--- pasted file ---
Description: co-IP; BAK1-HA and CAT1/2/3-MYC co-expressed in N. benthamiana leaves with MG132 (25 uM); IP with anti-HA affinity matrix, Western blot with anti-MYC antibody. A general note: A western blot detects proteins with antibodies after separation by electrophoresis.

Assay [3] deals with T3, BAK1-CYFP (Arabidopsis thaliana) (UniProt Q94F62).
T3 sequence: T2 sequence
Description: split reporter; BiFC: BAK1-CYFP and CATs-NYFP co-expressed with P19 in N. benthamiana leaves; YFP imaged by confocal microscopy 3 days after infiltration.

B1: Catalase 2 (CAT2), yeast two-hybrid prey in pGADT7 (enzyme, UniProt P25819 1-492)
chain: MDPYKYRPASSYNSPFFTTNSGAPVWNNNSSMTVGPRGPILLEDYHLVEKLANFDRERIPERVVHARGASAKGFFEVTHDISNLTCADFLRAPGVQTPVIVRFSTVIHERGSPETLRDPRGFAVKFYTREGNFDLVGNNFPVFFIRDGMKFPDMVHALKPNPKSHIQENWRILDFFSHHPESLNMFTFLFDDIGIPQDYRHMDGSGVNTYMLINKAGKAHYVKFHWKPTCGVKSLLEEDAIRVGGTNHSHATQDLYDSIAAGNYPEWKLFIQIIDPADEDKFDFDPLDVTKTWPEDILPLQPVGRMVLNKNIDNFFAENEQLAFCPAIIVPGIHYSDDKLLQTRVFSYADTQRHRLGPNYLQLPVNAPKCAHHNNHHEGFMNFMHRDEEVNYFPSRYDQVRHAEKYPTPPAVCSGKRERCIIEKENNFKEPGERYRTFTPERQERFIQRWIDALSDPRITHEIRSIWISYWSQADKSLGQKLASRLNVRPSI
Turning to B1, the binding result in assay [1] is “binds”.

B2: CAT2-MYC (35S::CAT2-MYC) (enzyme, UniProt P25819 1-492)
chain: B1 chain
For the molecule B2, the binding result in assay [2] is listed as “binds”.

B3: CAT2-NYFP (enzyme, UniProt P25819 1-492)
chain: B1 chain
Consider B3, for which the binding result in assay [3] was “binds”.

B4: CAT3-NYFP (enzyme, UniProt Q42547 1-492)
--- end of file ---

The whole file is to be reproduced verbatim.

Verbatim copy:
Description: co-IP; BAK1-HA and CAT1/2/3-MYC co-expressed in N. benthamiana leaves with MG132 (25 uM); IP with anti-HA affinity matrix, Western blot with anti-MYC antibody. A general note: A western blot detects proteins with antibodies after separation by electrophoresis.

Assay [3] deals with T3, BAK1-CYFP (Arabidopsis thaliana) (UniProt Q94F62).
T3 sequence: T2 sequence
Description: split reporter; BiFC: BAK1-CYFP and CATs-NYFP co-expressed with P19 in N. benthamiana leaves; YFP imaged by confocal microscopy 3 days after infiltration.

B1: Catalase 2 (CAT2), yeast two-hybrid prey in pGADT7 (enzyme, UniProt P25819 1-492)
chain: MDPYKYRPASSYNSPFFTTNSGAPVWNNNSSMTVGPRGPILLEDYHLVEKLANFDRERIPERVVHARGASAKGFFEVTHDISNLTCADFLRAPGVQTPVIVRFSTVIHERGSPETLRDPRGFAVKFYTREGNFDLVGNNFPVFFIRDGMKFPDMVHALKPNPKSHIQENWRILDFFSHHPESLNMFTFLFDDIGIPQDYRHMDGSGVNTYMLINKAGKAHYVKFHWKPTCGVKSLLEEDAIRVGGTNHSHATQDLYDSIAAGNYPEWKLFIQIIDPADEDKFDFDPLDVTKTWPEDILPLQPVGRMVLNKNIDNFFAENEQLAFCPAIIVPGIHYSDDKLLQTRVFSYADTQRHRLGPNYLQLPVNAPKCAHHNNHHEGFMNFMHRDEEVNYFPSRYDQVRHAEKYPTPPAVCSGKRERCIIEKENNFKEPGERYRTFTPERQERFIQRWIDALSDPRITHEIRSIWISYWSQADKSLGQKLASRLNVRPSI
Turning to B1, the binding result in assay [1] is “binds”.

B2: CAT2-MYC (35S::CAT2-MYC) (enzyme, UniProt P25819 1-492)
chain: B1 chain
For the molecule B2, the binding result in assay [2] is listed as “binds”.

B3: CAT2-NYFP (enzyme, UniProt P25819 1-492)
chain: B1 chain
Consider B3, for which the binding result in assay [3] was “binds”.

B4: CAT3-NYFP (enzyme, UniProt Q42547 1-492)